Gabriel Nadeau-Dubois on his election victory, squabbles with the PQ and winning over Liberal voters

The former student leader and Québec Solidaire co-spokesperson spoke to CBC Montreal Daybreak host Mike Finnerty after winning the Gouin byelection in a landslide.

Québec Solidaire co-spokesperson wins Gouin byelection with 69% of vote

Québec Solidaire candidate Gabriel Nadeau-Dubois reacts after winning the provincial byelection in Gouin. (Ryan Remiorz/Canadian Press)

Gabriel Nadeau-Dubois, who turns 27 tomorrow, is the newest member of the National Assembly.

The former student leader and co-spokesperson for Québec Solidaire won Monday's byelection in the Montreal riding of Gouin in a landslide, with 69 per cent of the vote. 

On Tuesday, he spoke to CBC Montreal Daybreak host Mike Finnerty about his electoral win and how he plans to grow his party, which now holds three seats at the National Assembly.

The interview has been edited and condensed for clarity.

Are you discouraged by the low turnout?

For me, the only turnout that would have been satisfactory would have been 100 per cent. (It was 33 per cent). Of course, it's sad to see a lot of people don't go out and vote, but when you compare the level of participation to the last byelections, it's a totally normal level of turnout. What is fascinating in those results is the crumbling of the Liberal vote in Gouin, which was reduced by more than half. That's the surprise for me today.

Where did that Liberal vote go?

I think a lot of people in Gouin and all around in Quebec are beginning to get tired of the Liberal Party, even parts of the population that historically supported that party. I think they decided to stay home yesterday.

The PQ didn't field a candidate in Gouin. Why?

The decision to present no one in Gouin was the decision of the Parti Québécois. And we respect that decision. But you know, Gouin has been a progressive riding for 40 years now, so there was no possibility of the Liberals winning the riding, so it was a curious decision to present no one. Historically, roughly 25 per cent of voters go with the PQ, so not having a candidate was upsetting to many PQ voters.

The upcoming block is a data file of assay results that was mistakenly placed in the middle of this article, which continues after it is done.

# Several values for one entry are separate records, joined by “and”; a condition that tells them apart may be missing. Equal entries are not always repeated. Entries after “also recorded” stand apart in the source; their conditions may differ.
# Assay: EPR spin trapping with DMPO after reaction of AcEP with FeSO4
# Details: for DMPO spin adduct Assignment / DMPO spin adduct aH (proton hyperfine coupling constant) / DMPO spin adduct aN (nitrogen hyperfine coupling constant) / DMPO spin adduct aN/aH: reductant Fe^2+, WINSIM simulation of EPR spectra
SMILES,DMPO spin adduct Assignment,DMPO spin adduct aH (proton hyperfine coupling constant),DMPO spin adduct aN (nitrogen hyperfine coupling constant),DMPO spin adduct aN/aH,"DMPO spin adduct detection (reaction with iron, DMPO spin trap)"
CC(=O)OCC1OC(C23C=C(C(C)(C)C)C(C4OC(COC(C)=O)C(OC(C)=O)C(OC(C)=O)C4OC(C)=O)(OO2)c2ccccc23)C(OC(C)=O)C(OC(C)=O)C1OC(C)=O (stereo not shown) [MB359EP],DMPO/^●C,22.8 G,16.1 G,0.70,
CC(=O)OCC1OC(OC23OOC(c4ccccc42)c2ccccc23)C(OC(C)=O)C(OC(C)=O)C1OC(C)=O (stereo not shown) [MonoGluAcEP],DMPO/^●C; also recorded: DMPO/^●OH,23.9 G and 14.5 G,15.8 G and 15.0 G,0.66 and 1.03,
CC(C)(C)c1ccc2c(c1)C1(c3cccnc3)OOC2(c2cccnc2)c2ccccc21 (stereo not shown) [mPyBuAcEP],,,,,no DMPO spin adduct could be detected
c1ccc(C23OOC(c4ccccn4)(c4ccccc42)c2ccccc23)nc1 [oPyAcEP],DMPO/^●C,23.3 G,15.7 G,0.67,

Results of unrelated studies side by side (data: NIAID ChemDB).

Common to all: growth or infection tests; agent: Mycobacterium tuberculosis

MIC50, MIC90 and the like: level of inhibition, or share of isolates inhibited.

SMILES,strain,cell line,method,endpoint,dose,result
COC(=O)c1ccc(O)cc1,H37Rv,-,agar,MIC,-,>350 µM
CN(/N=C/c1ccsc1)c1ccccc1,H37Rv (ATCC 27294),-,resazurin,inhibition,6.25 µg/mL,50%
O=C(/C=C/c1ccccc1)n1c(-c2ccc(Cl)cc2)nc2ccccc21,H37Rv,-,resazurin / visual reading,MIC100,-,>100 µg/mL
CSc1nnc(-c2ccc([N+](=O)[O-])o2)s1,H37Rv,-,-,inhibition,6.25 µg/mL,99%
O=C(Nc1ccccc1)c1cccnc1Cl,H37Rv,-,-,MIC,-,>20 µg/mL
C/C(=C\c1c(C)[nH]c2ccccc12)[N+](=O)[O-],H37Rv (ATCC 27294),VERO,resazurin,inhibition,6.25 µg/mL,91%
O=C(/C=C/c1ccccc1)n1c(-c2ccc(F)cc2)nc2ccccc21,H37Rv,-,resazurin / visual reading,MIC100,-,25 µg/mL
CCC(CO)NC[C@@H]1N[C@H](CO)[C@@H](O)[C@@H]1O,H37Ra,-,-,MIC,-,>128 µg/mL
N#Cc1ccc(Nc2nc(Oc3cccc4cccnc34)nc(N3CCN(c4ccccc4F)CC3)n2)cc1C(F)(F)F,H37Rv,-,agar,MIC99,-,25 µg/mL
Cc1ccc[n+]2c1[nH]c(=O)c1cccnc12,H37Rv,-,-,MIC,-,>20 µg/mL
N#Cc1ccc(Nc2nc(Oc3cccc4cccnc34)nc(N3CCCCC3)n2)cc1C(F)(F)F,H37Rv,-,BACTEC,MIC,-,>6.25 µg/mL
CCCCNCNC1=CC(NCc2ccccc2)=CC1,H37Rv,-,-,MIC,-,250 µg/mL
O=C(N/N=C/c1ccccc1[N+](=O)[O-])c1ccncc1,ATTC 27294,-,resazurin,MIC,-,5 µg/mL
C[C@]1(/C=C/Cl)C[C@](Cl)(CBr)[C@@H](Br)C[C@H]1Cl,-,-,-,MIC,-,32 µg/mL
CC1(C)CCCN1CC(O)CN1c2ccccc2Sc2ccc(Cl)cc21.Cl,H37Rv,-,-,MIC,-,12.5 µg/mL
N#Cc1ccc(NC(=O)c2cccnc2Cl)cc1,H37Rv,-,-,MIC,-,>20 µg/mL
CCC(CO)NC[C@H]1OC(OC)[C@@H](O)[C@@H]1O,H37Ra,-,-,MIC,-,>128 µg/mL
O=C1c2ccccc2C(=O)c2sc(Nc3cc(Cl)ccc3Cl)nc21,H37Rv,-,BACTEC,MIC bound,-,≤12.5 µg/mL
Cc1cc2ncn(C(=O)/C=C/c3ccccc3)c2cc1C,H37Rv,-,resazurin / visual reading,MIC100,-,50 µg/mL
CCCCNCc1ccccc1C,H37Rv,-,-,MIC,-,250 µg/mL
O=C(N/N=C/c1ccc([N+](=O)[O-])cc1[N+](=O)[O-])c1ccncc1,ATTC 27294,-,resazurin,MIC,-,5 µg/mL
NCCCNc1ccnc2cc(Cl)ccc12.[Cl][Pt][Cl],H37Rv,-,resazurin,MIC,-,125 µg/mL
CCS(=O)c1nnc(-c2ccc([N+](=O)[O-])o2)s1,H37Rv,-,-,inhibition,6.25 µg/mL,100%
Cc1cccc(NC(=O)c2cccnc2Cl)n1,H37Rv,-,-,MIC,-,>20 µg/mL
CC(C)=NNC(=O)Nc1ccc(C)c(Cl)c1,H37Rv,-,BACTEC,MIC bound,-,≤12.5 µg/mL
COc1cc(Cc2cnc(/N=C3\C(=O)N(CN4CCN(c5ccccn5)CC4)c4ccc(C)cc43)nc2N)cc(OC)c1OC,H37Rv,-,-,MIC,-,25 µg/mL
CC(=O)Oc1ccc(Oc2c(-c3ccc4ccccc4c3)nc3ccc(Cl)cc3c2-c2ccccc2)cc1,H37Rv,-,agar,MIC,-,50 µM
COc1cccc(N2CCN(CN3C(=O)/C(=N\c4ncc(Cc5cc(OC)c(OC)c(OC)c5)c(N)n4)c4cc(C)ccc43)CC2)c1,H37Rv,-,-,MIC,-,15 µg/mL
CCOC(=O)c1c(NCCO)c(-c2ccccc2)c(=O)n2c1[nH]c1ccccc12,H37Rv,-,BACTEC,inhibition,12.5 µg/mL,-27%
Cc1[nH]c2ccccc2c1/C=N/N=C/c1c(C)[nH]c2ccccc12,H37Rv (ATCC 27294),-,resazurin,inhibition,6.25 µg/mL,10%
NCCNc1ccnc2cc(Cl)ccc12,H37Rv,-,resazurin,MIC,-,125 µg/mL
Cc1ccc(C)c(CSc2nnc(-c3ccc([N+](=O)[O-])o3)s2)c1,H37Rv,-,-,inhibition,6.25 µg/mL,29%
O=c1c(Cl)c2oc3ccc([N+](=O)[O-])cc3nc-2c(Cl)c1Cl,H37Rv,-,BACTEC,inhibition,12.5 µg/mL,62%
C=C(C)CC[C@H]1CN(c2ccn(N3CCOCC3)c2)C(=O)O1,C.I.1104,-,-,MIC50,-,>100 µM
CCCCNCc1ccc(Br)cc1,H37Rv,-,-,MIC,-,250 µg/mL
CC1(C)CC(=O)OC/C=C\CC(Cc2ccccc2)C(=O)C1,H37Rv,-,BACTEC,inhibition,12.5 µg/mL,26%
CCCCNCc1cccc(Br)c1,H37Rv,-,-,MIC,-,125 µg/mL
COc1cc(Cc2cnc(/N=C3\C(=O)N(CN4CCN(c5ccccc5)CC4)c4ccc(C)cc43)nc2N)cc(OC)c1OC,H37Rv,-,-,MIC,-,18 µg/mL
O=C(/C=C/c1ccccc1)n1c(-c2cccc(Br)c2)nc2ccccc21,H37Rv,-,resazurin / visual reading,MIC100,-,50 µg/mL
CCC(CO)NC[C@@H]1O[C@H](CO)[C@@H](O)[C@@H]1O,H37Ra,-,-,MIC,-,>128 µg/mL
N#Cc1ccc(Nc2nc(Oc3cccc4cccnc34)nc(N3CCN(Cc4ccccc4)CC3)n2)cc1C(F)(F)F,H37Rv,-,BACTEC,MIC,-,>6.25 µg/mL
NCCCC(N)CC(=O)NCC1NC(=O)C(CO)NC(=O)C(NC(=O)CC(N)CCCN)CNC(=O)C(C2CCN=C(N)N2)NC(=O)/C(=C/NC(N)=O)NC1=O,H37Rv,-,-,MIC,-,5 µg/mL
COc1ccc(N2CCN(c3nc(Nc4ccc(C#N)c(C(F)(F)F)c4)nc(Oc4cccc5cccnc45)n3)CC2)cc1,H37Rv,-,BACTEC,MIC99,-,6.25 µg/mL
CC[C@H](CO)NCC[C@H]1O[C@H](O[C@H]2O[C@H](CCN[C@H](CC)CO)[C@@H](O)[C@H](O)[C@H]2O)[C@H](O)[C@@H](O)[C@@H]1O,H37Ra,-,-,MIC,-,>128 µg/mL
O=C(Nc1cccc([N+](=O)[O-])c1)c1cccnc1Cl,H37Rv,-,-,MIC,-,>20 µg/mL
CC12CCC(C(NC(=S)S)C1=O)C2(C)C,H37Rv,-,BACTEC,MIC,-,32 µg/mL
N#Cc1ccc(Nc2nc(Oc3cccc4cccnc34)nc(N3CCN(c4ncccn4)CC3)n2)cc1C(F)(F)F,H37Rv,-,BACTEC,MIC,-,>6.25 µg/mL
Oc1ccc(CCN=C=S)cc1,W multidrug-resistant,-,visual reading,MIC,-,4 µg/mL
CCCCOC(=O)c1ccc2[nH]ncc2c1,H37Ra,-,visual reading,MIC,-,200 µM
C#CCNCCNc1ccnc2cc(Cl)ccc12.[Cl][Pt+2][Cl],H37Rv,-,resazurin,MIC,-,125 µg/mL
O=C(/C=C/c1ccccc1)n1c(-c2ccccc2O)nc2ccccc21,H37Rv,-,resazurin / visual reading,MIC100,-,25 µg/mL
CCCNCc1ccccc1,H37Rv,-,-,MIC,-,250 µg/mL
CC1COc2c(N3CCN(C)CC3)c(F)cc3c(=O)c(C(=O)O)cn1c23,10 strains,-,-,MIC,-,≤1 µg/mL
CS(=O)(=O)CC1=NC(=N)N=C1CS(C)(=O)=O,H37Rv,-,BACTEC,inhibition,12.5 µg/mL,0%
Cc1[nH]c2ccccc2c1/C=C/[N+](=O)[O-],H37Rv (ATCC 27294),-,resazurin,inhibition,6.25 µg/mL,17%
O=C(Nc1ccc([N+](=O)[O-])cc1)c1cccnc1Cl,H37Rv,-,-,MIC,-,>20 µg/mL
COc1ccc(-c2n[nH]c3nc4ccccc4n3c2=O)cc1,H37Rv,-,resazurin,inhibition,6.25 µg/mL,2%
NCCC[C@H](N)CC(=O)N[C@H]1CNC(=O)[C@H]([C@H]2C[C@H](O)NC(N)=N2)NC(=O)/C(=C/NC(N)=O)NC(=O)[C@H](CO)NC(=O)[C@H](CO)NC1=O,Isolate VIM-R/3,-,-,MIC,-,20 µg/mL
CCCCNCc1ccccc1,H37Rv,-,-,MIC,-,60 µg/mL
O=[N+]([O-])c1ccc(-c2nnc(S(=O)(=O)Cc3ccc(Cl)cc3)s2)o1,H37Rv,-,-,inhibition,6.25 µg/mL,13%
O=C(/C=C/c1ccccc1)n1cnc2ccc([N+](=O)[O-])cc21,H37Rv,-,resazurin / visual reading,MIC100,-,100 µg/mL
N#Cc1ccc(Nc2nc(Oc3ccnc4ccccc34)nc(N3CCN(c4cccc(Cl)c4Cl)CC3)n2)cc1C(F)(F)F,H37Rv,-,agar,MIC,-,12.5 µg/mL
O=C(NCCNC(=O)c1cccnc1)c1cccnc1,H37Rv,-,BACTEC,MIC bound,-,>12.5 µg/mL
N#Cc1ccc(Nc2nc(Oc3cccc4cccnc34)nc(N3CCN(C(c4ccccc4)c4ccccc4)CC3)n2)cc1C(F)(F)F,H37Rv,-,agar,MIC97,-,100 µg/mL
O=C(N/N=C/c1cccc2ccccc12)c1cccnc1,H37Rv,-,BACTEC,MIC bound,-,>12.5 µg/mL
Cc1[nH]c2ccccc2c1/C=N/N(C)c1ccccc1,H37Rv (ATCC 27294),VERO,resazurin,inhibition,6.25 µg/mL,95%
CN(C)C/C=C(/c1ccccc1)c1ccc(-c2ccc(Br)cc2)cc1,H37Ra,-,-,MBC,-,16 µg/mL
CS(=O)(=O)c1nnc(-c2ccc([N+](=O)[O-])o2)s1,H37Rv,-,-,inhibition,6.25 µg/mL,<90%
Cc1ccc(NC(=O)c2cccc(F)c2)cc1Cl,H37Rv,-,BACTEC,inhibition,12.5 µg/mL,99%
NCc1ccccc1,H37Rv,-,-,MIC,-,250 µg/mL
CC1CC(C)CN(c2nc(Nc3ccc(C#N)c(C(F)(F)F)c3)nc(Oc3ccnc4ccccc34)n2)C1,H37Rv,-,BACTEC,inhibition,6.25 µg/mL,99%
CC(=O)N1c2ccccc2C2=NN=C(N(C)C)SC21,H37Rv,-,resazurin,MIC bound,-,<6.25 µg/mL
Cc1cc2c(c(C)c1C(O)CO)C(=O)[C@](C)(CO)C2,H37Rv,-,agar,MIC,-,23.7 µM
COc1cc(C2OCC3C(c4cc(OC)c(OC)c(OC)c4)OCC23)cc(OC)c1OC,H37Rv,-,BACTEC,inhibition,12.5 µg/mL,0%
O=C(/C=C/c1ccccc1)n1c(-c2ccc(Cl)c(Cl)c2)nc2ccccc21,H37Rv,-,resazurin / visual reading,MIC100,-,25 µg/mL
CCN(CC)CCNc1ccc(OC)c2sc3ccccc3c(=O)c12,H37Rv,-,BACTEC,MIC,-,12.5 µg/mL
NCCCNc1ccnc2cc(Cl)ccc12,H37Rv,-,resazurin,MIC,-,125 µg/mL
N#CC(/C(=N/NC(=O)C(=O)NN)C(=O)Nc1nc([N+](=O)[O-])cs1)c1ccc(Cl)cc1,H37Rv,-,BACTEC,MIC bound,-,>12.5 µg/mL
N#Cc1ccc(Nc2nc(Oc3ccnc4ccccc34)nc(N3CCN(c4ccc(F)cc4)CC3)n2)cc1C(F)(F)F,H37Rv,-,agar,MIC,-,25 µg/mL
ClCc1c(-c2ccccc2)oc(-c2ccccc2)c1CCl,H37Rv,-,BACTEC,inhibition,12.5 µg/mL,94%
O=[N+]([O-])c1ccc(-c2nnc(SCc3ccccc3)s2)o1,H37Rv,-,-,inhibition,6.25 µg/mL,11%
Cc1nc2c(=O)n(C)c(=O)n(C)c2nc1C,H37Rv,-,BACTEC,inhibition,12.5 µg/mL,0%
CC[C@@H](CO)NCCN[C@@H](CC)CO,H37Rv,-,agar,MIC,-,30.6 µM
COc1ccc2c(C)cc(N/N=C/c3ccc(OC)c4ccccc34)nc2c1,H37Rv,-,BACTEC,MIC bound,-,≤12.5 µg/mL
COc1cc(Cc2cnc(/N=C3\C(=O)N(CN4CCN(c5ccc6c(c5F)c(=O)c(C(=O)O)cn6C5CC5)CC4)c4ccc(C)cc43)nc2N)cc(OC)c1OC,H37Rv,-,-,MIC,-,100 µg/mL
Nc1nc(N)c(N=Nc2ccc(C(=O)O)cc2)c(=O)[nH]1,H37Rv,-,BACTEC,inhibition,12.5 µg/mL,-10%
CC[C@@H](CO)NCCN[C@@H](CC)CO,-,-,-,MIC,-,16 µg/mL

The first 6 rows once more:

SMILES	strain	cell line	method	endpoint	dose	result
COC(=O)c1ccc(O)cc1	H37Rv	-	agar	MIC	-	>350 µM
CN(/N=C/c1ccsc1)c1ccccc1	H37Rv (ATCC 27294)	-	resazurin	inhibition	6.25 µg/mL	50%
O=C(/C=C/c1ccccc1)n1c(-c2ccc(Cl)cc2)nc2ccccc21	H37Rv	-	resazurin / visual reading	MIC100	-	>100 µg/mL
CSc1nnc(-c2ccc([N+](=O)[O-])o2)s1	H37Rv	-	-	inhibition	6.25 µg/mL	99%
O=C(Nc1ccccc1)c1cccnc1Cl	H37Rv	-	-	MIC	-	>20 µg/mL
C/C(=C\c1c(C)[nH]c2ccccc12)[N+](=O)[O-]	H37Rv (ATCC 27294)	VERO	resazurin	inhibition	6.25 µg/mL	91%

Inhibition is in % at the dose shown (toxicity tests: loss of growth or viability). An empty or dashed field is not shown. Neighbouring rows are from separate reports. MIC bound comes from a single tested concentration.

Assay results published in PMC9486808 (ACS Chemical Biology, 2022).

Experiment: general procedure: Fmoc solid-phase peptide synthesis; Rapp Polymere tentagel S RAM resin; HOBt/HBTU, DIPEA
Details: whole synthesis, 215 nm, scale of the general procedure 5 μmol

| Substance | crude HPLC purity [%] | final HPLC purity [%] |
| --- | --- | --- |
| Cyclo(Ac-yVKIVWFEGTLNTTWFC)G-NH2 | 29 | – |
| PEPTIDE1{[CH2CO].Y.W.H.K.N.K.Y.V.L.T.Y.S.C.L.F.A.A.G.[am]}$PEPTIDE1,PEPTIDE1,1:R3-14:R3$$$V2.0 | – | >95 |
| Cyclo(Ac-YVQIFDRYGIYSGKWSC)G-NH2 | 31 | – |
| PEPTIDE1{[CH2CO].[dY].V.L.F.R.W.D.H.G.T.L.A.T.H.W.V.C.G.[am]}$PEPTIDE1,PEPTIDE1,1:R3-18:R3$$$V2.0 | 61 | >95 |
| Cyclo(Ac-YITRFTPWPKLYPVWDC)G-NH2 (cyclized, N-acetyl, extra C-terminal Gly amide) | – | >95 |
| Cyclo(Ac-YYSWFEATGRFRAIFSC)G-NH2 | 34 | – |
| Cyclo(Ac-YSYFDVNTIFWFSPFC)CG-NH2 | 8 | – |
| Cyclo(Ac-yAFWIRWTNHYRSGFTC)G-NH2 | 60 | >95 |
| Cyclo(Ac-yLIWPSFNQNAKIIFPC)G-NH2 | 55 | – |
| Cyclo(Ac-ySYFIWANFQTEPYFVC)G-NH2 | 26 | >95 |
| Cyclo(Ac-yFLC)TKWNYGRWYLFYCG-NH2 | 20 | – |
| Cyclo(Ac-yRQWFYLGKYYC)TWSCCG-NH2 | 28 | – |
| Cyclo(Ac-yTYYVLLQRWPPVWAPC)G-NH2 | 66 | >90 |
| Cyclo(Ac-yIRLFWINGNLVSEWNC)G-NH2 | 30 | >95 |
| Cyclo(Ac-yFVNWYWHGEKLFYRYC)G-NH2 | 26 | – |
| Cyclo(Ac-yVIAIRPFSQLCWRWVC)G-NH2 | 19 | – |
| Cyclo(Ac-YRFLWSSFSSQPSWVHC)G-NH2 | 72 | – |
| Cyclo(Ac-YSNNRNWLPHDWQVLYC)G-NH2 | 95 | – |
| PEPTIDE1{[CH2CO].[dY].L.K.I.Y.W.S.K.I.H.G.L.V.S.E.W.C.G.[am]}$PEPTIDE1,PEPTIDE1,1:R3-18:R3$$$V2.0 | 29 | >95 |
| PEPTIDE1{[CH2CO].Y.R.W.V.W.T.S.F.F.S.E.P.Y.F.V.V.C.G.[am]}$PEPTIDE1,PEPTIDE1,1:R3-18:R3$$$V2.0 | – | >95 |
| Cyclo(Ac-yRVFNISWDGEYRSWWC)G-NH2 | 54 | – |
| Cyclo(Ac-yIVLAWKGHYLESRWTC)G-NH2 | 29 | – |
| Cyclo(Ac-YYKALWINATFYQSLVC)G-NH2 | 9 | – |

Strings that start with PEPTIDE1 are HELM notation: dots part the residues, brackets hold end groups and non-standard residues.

How did you win?

We did our campaign just like we do every other campaign in Québec Solidaire, which means hard work on the ground. We were in the streets every single day of the campaign.

Will you help the Liberals by taking votes away from the PQ?

The problem with that argument is that it considers that the people who vote for the Liberal Party of Quebec are stupid people who don't reflect before voting, and that they will, for eternity, vote for the Liberals. I don't believe that. I think that the people who vote for the Liberals have reasons to do so, and we can convince them otherwise.

What are you going to do differently?

The first thing is: we are clear and frank about our social project. For example, we are the only party in Quebec that has the political courage to challenge the consensus around neo-Liberal free trade. We think there needs to be a real public debate but for the last 30 years the political class in Quebec has been unanimous, saying free trade is a magic solution to everything. We are the only party to say, wait a minute. That's one example showing that we are different than the other parties.

What's your take on construction workers being legislated back to work?

Unfortunately it's not surprising coming from the Liberal Party of Quebec. I want to express my solidarity with the construction workers of Quebec. I want to say that I'm with them and all of the members of Québec Solidaire are with them.

Watch the interview here